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Friday, July 18, 2014

Quest to redefine madrassa education


"More and more Islamic seminaries are incorporating government curriculum n Experts say education opportunities improving for Muslim girls"

Nepalgunj: Like many public and community schools in the country, Ayesha Girls’ Madrassa in Nepalgunj suffers from a host of problems, including lack of physical infrastructure.
Education experts believe the more the madrassas adopt national curriculum, the more girls will have formal education.photo courtesy: the kathmandu post
Students in nursery and upper kindergarten share a room divided by a thin wooden partition. The students in third grade sit on crammed benches out on the hallway, next to a staircase to the roof. Fifth grade students take classes in an open room, at the far end of the corridor. And last week on Tuesday, the students of grade six and seven sat for computer exams without ever having seen a computer in the school.

Still, since its integration into the national education system in 2007, Ayesha has been engaged in an admission campaign, more aggressively so in the last two years. The school’s teachers and founders visit houses in their localities and in the villages around looking for girls who are out of school. They try to convince the parents of the importance of education for girls and to keep their daughters in school. Not all madrassas registered with district education offices conduct a yearly admission campaign. Most of them, though, help keep girls in school despite challenges of accommodating both madrassa and government curricula and lack of infrastructure and teachers.

Estimates put the total number of madrassas, including the unregistered one, at  3,000. Muslim communities use madrassas as religious schools where they teach  Urdu, Arabic and Islamic teachings. Apart from Banke, a large number of madrassas are found in districts populated by Muslims like Rautahat, Kapilvastu and Morang.  

Strict adherence to religious principles means most Muslim parents in the country prefer these religious institutions over secular public and private schools, especially for their daughters.

A stark example is Aslam Haluwai, one of the founders of Ayesha, whose two sons go to a nearby private school while his three daughters attend Ayesha. A small man, Haluwai defends this decision by saying that his daughters’ enrollment at Ayesha sends a positive message about the quality of education the madrassa offers.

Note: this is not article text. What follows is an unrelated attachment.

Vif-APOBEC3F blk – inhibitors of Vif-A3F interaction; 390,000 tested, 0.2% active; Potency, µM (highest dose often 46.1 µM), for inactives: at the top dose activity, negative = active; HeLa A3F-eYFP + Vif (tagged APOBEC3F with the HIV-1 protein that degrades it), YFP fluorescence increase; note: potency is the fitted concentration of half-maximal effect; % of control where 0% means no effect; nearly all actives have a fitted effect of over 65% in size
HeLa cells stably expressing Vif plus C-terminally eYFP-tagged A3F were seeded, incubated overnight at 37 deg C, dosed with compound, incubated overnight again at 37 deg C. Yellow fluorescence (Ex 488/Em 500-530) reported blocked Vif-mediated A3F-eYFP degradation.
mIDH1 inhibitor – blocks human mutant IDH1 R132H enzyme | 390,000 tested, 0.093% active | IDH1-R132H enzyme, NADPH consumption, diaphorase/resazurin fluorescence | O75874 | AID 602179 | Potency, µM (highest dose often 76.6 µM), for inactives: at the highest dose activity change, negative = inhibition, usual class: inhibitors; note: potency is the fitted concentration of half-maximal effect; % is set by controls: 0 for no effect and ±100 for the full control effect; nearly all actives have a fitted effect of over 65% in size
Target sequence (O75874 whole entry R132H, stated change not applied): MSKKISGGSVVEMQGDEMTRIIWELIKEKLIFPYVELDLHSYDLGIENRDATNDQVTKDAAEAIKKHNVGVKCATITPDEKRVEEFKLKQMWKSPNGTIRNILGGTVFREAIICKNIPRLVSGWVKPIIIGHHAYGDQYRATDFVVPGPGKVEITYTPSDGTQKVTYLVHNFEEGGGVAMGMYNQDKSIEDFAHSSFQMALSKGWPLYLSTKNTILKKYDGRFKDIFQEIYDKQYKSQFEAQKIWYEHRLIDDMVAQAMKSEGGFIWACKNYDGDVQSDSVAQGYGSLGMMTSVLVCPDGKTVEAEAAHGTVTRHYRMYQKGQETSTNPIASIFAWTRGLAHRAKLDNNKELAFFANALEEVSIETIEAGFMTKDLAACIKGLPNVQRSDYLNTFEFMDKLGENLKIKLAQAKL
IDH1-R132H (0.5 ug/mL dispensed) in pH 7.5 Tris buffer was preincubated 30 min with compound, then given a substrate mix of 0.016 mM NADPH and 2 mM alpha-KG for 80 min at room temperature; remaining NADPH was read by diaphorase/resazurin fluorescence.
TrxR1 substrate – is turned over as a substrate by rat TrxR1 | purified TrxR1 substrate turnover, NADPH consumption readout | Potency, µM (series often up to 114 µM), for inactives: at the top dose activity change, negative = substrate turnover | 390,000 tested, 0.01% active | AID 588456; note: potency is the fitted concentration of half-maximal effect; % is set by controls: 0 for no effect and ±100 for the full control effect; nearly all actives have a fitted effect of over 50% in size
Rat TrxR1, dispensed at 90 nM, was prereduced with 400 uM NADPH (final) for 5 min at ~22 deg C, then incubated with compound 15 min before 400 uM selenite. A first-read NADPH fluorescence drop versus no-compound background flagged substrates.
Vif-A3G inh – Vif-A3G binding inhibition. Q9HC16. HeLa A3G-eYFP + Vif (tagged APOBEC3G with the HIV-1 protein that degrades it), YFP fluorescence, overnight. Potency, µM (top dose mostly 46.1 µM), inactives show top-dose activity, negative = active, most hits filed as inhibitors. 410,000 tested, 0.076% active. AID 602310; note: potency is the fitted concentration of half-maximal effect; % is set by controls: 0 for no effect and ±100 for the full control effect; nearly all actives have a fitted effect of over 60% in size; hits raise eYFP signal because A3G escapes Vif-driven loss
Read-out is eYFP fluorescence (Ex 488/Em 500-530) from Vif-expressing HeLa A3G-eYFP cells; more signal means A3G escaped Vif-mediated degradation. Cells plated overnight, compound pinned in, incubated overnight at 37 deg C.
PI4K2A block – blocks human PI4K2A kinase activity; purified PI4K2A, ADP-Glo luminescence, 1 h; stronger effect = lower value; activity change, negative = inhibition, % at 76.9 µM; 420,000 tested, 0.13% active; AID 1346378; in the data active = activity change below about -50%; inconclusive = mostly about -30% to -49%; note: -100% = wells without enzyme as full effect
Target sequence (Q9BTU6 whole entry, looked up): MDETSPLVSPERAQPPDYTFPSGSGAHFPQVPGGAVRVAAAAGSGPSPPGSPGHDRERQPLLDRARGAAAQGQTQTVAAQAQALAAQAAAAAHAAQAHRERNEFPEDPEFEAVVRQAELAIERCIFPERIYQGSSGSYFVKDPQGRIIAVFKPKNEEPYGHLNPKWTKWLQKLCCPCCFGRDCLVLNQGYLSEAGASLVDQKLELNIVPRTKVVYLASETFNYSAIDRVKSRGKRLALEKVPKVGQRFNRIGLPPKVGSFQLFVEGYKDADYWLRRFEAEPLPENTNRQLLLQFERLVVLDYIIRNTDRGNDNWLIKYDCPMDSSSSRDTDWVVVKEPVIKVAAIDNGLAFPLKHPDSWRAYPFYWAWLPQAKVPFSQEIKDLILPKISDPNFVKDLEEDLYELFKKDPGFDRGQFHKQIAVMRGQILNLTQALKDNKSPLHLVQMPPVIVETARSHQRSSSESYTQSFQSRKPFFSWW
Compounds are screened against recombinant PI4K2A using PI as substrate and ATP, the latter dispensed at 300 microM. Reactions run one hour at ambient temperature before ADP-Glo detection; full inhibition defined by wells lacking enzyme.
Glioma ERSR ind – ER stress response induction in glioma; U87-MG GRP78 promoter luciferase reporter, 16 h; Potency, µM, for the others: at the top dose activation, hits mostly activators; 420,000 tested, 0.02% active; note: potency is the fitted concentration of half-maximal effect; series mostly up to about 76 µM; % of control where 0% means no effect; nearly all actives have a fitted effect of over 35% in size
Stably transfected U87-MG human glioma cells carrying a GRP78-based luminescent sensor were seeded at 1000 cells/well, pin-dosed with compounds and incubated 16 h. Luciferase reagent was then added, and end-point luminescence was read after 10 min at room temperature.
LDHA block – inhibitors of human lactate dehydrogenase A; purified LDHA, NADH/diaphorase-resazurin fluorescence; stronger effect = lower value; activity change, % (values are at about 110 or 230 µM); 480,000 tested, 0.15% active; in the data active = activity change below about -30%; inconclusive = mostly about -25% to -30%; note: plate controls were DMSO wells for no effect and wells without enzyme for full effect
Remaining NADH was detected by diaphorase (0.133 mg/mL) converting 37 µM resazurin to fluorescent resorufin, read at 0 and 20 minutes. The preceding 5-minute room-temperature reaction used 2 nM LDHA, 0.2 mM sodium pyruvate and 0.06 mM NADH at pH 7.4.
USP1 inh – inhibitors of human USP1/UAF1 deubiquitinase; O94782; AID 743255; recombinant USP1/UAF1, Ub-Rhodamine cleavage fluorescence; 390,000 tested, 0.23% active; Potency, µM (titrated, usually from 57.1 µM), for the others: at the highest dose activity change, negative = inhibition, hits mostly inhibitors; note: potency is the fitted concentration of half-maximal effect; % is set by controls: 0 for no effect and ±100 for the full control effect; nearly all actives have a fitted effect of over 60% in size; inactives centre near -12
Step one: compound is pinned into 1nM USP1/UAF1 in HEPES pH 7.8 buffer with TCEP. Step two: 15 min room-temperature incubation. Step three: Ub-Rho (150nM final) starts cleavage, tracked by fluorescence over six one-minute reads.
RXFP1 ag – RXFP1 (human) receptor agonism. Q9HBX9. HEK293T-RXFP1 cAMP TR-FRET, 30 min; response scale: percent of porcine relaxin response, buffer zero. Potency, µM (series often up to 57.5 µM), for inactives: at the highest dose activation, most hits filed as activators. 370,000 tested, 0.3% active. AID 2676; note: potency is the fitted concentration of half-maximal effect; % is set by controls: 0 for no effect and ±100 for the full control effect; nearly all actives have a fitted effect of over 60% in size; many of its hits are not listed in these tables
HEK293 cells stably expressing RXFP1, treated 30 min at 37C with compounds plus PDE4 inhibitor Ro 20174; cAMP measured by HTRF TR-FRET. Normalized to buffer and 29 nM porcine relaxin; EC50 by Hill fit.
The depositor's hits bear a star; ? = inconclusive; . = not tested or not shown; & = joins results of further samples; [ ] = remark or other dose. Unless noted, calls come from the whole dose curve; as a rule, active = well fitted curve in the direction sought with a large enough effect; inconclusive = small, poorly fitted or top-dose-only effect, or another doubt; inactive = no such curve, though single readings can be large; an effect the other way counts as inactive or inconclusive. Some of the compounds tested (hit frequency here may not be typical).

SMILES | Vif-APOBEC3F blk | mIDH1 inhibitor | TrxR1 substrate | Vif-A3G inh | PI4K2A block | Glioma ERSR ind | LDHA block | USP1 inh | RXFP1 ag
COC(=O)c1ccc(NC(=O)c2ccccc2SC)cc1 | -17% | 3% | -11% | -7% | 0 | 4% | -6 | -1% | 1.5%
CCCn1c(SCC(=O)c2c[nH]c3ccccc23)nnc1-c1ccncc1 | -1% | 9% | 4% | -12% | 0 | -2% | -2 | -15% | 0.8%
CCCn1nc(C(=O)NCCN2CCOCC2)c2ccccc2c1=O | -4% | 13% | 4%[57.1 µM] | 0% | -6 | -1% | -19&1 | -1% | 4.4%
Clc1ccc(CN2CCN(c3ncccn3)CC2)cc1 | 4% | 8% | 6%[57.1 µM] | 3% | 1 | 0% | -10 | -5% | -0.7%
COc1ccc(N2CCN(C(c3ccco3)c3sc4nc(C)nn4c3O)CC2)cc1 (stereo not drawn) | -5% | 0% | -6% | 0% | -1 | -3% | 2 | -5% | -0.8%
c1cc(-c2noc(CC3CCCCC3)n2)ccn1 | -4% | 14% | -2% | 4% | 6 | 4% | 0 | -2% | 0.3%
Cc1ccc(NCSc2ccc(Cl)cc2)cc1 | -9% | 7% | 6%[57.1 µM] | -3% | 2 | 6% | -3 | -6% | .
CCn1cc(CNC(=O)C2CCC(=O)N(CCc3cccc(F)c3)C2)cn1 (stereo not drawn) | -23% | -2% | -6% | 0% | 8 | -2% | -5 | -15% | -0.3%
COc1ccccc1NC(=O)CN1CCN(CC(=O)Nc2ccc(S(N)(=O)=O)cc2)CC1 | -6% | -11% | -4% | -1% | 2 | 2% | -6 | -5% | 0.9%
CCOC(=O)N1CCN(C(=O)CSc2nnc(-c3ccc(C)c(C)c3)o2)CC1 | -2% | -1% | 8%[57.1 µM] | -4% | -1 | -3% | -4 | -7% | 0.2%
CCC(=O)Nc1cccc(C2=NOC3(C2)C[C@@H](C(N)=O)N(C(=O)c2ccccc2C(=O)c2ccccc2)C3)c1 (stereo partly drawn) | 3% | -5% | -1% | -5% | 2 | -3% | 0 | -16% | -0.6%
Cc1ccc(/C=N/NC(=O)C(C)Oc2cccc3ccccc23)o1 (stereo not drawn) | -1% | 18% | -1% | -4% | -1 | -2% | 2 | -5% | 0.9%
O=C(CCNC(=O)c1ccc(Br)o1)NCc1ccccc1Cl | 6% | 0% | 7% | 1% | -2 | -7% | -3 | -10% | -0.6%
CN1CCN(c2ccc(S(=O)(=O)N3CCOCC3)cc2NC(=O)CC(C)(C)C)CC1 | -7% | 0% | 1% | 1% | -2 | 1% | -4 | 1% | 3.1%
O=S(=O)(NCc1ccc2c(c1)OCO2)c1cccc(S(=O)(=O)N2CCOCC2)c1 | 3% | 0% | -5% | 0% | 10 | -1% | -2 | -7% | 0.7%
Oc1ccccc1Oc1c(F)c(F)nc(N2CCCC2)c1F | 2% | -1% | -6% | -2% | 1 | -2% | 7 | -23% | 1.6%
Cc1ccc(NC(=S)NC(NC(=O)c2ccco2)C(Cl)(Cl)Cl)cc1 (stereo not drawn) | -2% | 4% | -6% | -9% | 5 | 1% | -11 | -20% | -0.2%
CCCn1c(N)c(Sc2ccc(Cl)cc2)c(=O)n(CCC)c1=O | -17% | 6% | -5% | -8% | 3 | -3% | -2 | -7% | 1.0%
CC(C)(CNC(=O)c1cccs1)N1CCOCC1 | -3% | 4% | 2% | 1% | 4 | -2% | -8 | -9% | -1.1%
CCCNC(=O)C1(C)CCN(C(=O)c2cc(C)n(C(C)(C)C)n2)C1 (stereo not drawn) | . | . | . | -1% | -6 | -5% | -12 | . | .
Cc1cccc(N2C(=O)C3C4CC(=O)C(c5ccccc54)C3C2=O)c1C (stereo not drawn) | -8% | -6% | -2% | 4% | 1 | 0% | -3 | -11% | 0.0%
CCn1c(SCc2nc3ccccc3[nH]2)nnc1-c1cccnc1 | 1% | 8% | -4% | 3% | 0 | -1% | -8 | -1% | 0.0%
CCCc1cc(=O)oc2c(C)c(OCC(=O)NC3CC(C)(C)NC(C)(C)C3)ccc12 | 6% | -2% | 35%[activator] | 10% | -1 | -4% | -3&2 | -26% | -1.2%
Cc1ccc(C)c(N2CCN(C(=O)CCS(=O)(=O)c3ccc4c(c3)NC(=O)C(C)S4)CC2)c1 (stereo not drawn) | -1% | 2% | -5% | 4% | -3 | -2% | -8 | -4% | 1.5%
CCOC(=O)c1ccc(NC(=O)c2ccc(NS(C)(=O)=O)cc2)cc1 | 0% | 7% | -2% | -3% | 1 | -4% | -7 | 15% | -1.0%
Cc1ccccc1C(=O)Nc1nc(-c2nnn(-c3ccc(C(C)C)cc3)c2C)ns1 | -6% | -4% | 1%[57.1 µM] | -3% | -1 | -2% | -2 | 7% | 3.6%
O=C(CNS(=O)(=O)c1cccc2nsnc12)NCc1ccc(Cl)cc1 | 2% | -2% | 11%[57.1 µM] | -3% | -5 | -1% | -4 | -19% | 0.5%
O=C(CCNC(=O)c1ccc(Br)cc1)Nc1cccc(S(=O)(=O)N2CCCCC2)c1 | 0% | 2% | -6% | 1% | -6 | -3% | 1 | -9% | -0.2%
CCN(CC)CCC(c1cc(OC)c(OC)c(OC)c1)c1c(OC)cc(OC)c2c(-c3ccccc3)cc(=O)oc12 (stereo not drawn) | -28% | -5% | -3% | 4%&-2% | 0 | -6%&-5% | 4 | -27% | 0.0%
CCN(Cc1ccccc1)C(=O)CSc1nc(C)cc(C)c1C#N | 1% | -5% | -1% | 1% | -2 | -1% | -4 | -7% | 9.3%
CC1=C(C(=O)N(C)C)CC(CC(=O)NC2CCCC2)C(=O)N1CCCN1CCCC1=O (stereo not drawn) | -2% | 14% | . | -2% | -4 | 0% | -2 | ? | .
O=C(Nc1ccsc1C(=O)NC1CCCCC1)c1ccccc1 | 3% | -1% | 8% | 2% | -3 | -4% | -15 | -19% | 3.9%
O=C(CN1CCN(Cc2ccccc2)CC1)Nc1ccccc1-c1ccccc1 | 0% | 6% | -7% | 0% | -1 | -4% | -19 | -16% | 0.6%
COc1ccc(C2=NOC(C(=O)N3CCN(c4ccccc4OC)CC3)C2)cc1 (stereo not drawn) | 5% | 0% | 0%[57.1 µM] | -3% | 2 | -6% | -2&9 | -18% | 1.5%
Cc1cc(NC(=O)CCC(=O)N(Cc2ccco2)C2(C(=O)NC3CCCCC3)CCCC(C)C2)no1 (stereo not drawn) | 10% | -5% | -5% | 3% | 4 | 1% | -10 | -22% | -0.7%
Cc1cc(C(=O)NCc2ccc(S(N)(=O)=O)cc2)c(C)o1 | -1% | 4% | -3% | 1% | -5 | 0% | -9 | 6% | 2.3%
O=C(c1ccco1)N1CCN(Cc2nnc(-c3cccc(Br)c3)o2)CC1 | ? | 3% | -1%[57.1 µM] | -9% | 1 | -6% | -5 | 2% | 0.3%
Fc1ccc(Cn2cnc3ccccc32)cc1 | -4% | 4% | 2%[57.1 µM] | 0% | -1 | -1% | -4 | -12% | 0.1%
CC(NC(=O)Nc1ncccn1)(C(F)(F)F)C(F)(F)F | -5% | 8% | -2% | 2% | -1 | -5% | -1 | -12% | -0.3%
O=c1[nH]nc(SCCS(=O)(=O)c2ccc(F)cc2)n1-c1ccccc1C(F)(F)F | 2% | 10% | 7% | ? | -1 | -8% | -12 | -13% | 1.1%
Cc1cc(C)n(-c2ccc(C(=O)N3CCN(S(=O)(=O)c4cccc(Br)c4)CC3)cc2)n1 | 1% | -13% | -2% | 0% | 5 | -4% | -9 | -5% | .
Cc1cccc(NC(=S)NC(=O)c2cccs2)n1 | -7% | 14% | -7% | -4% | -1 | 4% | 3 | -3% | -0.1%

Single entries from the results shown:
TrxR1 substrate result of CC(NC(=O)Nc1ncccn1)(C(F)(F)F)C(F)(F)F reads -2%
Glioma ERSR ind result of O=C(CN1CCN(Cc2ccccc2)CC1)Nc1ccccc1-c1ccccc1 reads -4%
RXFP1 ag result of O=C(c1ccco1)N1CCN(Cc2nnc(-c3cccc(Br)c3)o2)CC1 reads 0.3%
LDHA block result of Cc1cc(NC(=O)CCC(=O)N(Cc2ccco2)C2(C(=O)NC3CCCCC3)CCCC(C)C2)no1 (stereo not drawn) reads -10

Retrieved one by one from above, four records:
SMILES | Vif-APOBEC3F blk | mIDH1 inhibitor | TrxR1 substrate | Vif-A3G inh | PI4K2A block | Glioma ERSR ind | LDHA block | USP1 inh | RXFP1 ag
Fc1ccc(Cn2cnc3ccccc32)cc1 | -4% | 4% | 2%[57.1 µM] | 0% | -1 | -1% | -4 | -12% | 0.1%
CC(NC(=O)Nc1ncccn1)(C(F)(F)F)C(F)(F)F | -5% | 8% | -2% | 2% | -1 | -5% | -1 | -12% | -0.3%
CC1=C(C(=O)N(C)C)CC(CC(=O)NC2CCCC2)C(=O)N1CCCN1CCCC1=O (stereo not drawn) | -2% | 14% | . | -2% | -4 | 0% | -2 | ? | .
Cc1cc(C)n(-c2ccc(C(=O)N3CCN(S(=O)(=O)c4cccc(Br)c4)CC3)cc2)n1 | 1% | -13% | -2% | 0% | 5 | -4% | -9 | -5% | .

Haluwai’s daughters are not the only students in Ayesha whose male siblings attend non-religious public and private institutions. Sabnam Kasgar, an eighth grader, also has two younger brothers who attend a private school nearby.

A high regard for religious customs also means that most parents pull their daughters out of madrassas, especially from co-ed ones, once they reach puberty. “Even all-girls madrassas are out of the question if the girls have to walk to school,” says Haluwai, sitting on a chair at the principal’s office in Ayesha. It does not help that more than two-thirds of the madrassas have no validity in the national education system.

According to a 2013-2014 flash report prepared by the Department of Education, only 735 out of the 3,000 madrassas are registered with their district education offices. These registered madrassas offer both madrassa and government curricula.

The other factor that encourages protective parents to keep their daughters at home once they turn 11 or 12 years is the low number of registered madrassas which run lower-secondary and secondary-level classes.

Of the 735 registered madrassas, only 25 offer lower-secondary level courses. Twelve are permitted to run secondary-level classes and just three have higher-secondary status.  Because the majority of the madrassas which also follow the mainstream curriculum do not offer classes beyond the primary level, girls do not stay there beyond the fifth level. For instance, Ayesha offers classes up until the eighth grade. Once the eighth grade final exams near, the teachers and the founders have to launch another campaign

to convince the parents to send their daughters to non-religious schools so that the girls can at least complete the secondary-level education. “So far we’ve managed to convince 90 percent of the parents, but it’s always tough. Parents only agree to allow their girls to continue their education once we and the principals of other schools promise to keep the girls safe,” says Talat Khan, the principal of Ayesha. Except for the three founders, all other staff members in Ayesha are women.

Experts believe that as more madrassas are brought into the mainstream, education opportunities for Muslim girls will improve. The pace of integration is slow, but the number of madrassas teaching the government curriculum is on the rise--from 689 in the fiscal year 2012-2013 to 735  last fiscal. Since 2006, the government has  been wooing madrassas with cash incentives, an integrated curriculum and waivers such as on teachers’ licences to get them registered.  “The more the madrassas that accept the national curriculum, the more the girls who are educated,” says Vidyanath Koirala, an education researcher who has extensively studied madrassas.

source:the kathmandu post,17 july 2014

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